Through the understanding of somatic education, what we once thought was impossible is possible. A human can live through old age in a pain-free, relatively disease-free body. Hanna taught the fundamental procedures of clinical somatic education to a group of physicians, osteopaths, chiropractors, and physical therapists from Australia. This distinguished group of medical professionals said these principles were indeed the missing link in health care. One of the physicians attending his class was a renowned cardiologist. In an article he wrote that “clinical somatic education has as much potential for understanding the mind/body relationship as Einstein’s theory of relativity had for physics.”


How does somatics work? (a brief description)

During the course of our lives, our sensory-motor systems continually respond to daily stresses and traumas with specific muscular reflexes. These specific reflexes will be discussed in detail in future articles. These reflexes, repeatedly triggered, create HABITUAL MUSCULAR CONTRACTIONS, which we cannot — voluntarily — relax. These muscular contractions have become so deeply involuntary and unconscious that eventually we no longer remember how to move about freely.

The result is stiffness, soreness, and a restricted range of motion. This habituated state of “forgetfulness” is called SENSORY-MOTOR AMNESIA. It is the sensory-motor cortex’s memory loss of how certain muscle groups feel and how to control them. Because this occurs within the central nervous system, we are not aware of it. Yet it affects us to our very core. It is primarily this event (habitually contracted muscles) and its secondary effects that we falsely think of as “growing older.” But, sensory-motor amnesia has nothing whatsoever to do with age. It can and does occur any time — from childhood onward.

Children who grow up in disturbed family situations or in other fearful environments such as war show the symptoms of sensory-motor amnesia: sunken chest, permanently raised shoulders, hyper curved necks. Also, traumatic accidents or serious surgery in young people can cause the same chronic muscular contractions, which in older adults are falsely attributed to aging — for example, scoliotic tilting of the trunk, a slight limp, the use of a cane, or chronic pain that is unable to be diagnosed is the norm. People with these with these conditions are told that they simply must learn to live with it. However, because sensory-motor amnesia is a learned adaptive response occurring in the brain, it can be unlearned.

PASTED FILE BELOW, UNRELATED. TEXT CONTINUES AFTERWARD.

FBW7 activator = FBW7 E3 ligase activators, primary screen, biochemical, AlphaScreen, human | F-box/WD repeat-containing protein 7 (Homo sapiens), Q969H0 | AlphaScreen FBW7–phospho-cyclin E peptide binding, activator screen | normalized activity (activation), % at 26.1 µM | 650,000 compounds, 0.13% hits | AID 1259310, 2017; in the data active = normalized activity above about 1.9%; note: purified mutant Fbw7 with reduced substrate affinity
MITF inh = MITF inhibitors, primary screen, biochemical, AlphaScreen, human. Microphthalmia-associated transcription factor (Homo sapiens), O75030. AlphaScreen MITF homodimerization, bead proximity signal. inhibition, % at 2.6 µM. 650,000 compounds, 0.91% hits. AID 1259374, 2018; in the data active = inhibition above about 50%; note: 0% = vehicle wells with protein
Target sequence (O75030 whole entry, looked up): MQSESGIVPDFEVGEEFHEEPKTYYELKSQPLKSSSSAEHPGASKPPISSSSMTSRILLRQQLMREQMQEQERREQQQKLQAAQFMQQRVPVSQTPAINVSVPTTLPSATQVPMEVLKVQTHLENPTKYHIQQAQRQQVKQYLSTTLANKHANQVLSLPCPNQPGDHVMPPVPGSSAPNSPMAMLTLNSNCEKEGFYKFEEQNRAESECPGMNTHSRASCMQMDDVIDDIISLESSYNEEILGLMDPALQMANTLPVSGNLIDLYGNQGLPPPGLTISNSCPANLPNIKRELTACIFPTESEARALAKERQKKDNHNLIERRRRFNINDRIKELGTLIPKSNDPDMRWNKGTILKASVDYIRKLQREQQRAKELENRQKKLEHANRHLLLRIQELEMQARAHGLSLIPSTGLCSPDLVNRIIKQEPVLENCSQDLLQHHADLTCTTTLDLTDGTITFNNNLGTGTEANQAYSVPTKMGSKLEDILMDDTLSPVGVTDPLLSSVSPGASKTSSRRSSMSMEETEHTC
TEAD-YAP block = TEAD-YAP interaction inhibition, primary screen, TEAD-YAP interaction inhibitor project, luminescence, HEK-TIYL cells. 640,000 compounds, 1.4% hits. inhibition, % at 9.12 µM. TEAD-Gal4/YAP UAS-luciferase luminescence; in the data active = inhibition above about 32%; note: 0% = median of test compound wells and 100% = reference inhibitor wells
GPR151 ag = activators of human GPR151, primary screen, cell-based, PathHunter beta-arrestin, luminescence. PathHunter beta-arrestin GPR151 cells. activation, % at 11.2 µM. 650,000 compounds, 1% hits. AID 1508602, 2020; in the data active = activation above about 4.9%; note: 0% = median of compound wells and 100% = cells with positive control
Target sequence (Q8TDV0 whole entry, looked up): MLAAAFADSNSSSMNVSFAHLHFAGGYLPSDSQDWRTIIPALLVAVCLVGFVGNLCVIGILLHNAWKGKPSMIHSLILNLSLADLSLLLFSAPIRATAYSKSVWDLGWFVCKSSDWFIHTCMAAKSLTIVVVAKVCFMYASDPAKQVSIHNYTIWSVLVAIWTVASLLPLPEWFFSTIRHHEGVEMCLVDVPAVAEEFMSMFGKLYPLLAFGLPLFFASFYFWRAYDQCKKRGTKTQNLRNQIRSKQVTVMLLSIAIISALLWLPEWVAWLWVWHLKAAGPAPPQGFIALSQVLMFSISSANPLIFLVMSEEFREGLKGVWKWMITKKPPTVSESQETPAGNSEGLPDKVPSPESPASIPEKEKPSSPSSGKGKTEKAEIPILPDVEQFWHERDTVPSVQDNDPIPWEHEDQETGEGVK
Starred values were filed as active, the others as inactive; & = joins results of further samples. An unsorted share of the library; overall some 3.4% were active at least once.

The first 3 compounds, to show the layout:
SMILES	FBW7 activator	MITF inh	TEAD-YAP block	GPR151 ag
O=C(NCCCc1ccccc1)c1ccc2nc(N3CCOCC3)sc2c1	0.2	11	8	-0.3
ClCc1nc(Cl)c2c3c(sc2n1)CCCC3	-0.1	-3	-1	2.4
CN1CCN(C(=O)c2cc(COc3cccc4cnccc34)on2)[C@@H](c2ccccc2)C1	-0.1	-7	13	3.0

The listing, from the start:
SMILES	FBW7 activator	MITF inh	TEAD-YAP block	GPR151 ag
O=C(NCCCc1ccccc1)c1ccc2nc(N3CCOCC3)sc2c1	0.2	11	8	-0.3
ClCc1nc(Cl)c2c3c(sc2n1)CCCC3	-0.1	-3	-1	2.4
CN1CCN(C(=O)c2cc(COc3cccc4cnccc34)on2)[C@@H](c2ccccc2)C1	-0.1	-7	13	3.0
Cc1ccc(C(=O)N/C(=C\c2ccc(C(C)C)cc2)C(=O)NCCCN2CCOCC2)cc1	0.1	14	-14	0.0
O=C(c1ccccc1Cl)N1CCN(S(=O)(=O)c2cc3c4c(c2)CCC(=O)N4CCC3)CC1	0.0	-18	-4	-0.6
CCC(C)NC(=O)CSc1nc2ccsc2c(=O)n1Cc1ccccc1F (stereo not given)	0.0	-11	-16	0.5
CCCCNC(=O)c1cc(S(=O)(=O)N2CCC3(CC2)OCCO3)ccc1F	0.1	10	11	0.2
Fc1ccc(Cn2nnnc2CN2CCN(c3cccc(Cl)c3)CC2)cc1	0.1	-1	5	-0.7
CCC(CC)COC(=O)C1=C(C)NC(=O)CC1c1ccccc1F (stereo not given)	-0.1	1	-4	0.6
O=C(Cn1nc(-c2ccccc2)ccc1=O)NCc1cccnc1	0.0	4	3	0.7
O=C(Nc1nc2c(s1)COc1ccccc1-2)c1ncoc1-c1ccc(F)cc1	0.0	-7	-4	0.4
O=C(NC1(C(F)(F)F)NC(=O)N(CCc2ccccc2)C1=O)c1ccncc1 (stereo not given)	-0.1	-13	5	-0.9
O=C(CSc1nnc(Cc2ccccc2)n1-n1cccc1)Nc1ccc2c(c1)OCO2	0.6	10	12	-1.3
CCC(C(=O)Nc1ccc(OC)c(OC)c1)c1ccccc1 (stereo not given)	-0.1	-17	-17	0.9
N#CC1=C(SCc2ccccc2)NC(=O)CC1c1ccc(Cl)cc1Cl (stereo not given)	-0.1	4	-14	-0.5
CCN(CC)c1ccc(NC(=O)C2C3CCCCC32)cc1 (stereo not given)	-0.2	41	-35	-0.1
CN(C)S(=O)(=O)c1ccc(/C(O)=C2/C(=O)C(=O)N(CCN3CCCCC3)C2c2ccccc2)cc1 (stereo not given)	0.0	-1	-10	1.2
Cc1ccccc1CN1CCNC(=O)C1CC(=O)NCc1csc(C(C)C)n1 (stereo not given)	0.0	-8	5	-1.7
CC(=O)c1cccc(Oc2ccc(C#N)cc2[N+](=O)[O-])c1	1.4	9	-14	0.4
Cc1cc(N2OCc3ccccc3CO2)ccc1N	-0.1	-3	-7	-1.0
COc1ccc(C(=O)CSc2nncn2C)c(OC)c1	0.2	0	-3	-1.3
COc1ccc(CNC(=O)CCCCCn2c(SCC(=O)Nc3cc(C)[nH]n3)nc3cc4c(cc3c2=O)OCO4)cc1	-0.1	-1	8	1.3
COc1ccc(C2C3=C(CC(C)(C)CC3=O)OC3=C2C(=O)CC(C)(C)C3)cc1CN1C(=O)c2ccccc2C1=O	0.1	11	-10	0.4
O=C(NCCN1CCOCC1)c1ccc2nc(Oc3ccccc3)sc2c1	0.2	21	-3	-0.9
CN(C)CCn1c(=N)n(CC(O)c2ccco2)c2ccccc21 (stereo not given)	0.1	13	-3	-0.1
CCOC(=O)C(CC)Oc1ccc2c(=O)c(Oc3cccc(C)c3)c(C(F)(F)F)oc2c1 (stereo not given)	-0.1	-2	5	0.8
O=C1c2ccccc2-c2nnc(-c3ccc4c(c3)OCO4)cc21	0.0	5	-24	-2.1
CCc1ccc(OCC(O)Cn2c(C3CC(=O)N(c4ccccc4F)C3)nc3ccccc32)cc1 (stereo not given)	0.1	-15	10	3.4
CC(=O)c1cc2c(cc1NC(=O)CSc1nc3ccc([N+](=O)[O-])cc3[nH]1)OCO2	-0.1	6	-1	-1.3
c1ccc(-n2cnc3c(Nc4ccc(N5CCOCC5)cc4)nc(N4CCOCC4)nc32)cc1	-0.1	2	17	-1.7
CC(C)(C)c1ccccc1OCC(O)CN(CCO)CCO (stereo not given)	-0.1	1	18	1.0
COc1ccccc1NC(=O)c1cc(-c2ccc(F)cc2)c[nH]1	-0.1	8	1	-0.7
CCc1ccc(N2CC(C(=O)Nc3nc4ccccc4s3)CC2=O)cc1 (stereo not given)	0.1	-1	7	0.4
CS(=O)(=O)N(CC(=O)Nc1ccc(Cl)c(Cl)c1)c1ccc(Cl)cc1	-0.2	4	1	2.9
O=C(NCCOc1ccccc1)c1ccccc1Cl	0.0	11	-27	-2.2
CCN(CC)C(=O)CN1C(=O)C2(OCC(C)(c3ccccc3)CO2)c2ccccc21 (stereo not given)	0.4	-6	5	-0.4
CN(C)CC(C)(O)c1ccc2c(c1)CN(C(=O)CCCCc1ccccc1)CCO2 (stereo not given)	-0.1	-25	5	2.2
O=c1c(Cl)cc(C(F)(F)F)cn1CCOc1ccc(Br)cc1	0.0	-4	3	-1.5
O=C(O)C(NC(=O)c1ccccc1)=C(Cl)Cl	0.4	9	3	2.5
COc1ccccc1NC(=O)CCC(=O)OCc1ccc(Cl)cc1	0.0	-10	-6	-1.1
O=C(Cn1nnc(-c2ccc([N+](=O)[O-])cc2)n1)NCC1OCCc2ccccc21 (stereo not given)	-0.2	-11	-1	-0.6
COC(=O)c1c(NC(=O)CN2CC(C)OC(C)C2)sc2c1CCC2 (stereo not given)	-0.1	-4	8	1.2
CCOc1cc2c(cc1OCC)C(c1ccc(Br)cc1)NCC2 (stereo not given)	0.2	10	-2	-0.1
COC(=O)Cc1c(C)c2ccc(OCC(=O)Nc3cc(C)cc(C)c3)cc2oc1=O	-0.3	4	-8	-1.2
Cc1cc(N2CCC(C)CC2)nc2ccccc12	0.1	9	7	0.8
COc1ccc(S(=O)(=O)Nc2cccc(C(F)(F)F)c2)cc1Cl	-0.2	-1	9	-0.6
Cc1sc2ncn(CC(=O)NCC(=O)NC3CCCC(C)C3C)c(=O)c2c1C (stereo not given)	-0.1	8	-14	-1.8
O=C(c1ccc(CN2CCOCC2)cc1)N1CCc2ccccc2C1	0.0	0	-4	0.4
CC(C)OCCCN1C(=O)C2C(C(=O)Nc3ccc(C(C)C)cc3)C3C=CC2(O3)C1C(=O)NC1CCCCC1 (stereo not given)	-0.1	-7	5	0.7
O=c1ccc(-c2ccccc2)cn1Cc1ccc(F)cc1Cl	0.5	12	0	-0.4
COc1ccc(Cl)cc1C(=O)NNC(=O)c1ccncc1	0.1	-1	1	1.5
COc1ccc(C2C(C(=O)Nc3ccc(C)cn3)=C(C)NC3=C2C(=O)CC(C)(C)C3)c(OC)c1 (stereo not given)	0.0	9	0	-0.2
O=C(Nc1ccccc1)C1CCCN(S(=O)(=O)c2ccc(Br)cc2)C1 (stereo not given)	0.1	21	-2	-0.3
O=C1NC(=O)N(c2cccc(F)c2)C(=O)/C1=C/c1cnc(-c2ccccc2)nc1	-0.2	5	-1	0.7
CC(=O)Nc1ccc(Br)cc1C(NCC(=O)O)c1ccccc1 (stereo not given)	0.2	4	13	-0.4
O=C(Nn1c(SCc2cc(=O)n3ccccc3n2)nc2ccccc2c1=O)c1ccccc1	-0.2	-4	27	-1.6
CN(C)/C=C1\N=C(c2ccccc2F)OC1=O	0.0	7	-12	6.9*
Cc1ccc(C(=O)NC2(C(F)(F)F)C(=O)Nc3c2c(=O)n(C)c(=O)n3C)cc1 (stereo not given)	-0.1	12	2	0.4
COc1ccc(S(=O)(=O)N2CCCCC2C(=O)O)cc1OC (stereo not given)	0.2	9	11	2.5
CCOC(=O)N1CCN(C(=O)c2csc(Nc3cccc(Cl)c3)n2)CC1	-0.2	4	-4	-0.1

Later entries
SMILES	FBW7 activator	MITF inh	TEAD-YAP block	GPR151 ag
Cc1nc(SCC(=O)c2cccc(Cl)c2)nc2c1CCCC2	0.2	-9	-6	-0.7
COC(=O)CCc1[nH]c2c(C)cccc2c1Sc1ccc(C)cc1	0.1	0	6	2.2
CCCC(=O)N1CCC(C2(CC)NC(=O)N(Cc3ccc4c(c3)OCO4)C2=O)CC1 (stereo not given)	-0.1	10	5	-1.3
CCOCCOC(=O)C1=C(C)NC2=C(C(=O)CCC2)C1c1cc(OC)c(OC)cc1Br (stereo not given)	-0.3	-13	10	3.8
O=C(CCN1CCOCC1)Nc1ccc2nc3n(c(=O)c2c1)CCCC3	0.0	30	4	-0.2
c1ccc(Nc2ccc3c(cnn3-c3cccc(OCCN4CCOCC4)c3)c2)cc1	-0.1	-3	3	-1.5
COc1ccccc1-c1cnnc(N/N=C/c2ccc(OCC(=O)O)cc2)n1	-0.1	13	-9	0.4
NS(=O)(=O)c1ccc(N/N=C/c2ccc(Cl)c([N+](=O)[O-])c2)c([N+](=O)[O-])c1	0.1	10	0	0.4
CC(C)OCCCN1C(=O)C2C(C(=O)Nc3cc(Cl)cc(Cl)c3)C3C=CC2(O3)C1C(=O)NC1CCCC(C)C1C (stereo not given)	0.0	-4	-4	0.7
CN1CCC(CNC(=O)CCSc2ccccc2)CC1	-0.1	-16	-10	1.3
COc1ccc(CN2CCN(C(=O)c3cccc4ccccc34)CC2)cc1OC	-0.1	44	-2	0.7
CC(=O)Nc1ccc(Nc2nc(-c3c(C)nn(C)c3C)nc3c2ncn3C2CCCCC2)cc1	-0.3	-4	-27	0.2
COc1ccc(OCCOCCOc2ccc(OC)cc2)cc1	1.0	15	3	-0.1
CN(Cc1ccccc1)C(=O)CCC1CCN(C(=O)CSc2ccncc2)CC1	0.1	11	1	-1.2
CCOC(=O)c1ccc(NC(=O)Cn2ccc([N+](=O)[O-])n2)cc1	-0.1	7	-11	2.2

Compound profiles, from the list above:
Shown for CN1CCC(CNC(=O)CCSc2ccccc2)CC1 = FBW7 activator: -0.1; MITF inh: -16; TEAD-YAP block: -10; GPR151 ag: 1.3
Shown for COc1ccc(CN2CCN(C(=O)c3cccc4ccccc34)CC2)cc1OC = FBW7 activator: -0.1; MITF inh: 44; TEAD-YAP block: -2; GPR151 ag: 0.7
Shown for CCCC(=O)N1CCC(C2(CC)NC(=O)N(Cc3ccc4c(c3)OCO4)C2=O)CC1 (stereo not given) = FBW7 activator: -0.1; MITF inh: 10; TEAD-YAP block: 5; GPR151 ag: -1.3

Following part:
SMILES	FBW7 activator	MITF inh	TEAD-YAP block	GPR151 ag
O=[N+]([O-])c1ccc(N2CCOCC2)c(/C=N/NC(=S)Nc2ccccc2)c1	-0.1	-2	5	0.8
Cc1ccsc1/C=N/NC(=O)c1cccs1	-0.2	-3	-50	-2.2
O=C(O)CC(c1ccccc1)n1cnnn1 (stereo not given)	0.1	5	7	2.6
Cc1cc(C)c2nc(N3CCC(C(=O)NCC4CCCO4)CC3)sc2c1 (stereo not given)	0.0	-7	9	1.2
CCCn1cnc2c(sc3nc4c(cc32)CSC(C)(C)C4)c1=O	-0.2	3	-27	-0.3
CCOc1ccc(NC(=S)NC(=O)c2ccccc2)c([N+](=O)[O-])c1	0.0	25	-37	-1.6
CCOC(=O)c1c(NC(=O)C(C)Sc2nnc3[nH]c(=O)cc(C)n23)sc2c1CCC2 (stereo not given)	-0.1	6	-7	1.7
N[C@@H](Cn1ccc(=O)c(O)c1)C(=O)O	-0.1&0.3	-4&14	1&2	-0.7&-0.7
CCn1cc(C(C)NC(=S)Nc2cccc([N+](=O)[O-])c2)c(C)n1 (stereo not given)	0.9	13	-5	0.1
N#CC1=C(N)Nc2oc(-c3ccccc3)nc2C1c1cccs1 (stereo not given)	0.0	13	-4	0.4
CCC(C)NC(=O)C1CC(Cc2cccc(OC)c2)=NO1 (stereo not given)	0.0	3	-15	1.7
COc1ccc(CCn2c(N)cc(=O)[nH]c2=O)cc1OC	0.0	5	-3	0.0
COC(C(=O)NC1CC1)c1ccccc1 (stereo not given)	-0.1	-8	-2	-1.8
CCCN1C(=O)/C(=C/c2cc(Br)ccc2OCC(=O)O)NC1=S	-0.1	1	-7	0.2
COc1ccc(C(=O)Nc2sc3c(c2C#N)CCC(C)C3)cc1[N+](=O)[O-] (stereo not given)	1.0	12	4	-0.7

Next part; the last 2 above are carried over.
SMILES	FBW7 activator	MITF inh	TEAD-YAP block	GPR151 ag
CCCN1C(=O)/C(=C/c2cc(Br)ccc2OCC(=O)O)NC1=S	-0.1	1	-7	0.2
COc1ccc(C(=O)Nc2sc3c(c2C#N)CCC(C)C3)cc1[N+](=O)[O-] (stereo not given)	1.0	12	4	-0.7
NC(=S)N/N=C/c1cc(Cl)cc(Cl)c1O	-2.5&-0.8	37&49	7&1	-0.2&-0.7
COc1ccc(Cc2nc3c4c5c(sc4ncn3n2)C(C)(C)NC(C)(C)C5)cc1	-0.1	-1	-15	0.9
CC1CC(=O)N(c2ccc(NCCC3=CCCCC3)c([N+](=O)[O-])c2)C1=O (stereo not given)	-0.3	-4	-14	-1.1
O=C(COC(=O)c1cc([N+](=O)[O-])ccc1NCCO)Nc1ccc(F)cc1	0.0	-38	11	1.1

THIS IS GOOD NEWS! Sensory-motor amnesia and all the suffering that comes with it can be both avoided and it can even be reversed. Hanna also says “the application of this kind of education could cause, within the span of one generation, a reversal of the major public health problems. These claims are far reaching, but no more so than the false notions of the ill effects of aging that have lasted for millennia. Practicing the discipline of clinical somatic education and its simple, slow movement exercises can change “how we live our lives, how we believe that our minds and bodies interrelate, how powerful we think we are in controlling our lives, and how responsible we should be in taking care of our own total being,” says Hanna.

He goes on to say “I am arguing that sensory-motor amnesia describes a category of health problems that has not been recognized until now. This category probably accounts for over half of all human ailments. sensory-motor amnesia is a pathology that is neither medical nor surgical and it cannot be diagnosed or treated within these traditions. It is a somatic pathology, requiring not treatment, but education. Somatics provides us with a way to live under the stressful demands of an urban-industrial environment and still remain healthy, physically and mentally. It helps us to understand the tendency of life in general and especially technological societies in particular — to wear down our wellbeing. There is no need to give into this blindly, as the unavoidable effects of aging, rather, we can meet it with open eyes and overcome it.“